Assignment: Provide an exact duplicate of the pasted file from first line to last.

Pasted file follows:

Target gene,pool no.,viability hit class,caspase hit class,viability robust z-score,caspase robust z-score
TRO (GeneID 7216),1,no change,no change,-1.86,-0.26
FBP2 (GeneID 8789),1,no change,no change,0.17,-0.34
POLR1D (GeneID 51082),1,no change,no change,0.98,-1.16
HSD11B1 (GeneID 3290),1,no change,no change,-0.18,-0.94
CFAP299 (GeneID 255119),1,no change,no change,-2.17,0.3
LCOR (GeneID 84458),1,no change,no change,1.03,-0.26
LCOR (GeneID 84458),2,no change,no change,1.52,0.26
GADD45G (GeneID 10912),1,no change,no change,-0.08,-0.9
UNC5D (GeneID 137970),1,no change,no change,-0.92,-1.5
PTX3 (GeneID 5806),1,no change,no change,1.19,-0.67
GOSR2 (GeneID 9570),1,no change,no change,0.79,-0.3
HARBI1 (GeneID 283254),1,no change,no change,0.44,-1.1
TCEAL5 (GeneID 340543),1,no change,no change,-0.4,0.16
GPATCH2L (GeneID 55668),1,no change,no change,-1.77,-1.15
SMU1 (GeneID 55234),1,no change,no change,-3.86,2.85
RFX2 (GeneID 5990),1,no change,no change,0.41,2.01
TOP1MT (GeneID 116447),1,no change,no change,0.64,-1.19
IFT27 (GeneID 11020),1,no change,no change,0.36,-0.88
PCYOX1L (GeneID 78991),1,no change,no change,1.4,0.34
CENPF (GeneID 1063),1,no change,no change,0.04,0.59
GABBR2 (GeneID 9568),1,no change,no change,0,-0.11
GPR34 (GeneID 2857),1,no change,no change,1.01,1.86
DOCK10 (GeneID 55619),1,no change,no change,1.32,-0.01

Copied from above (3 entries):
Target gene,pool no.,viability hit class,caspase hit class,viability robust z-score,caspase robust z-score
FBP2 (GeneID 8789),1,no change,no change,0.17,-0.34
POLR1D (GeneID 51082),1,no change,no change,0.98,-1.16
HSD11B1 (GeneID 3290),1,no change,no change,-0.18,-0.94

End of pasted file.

Target gene,pool no.,viability hit class,caspase hit class,viability robust z-score,caspase robust z-score
TRO (GeneID 7216),1,no change,no change,-1.86,-0.26
FBP2 (GeneID 8789),1,no change,no change,0.17,-0.34
POLR1D (GeneID 51082),1,no change,no change,0.98,-1.16
HSD11B1 (GeneID 3290),1,no change,no change,-0.18,-0.94
CFAP299 (GeneID 255119),1,no change,no change,-2.17,0.3
LCOR (GeneID 84458),1,no change,no change,1.03,-0.26
LCOR (GeneID 84458),2,no change,no change,1.52,0.26
GADD45G (GeneID 10912),1,no change,no change,-0.08,-0.9
UNC5D (GeneID 137970),1,no change,no change,-0.92,-1.5
PTX3 (GeneID 5806),1,no change,no change,1.19,-0.67
GOSR2 (GeneID 9570),1,no change,no change,0.79,-0.3
HARBI1 (GeneID 283254),1,no change,no change,0.44,-1.1
TCEAL5 (GeneID 340543),1,no change,no change,-0.4,0.16
GPATCH2L (GeneID 55668),1,no change,no change,-1.77,-1.15
SMU1 (GeneID 55234),1,no change,no change,-3.86,2.85
RFX2 (GeneID 5990),1,no change,no change,0.41,2.01
TOP1MT (GeneID 116447),1,no change,no change,0.64,-1.19
IFT27 (GeneID 11020),1,no change,no change,0.36,-0.88
PCYOX1L (GeneID 78991),1,no change,no change,1.4,0.34
CENPF (GeneID 1063),1,no change,no change,0.04,0.59
GABBR2 (GeneID 9568),1,no change,no change,0,-0.11
GPR34 (GeneID 2857),1,no change,no change,1.01,1.86
DOCK10 (GeneID 55619),1,no change,no change,1.32,-0.01

Copied from above (3 entries):
Target gene,pool no.,viability hit class,caspase hit class,viability robust z-score,caspase robust z-score
FBP2 (GeneID 8789),1,no change,no change,0.17,-0.34
POLR1D (GeneID 51082),1,no change,no change,0.98,-1.16
HSD11B1 (GeneID 3290),1,no change,no change,-0.18,-0.94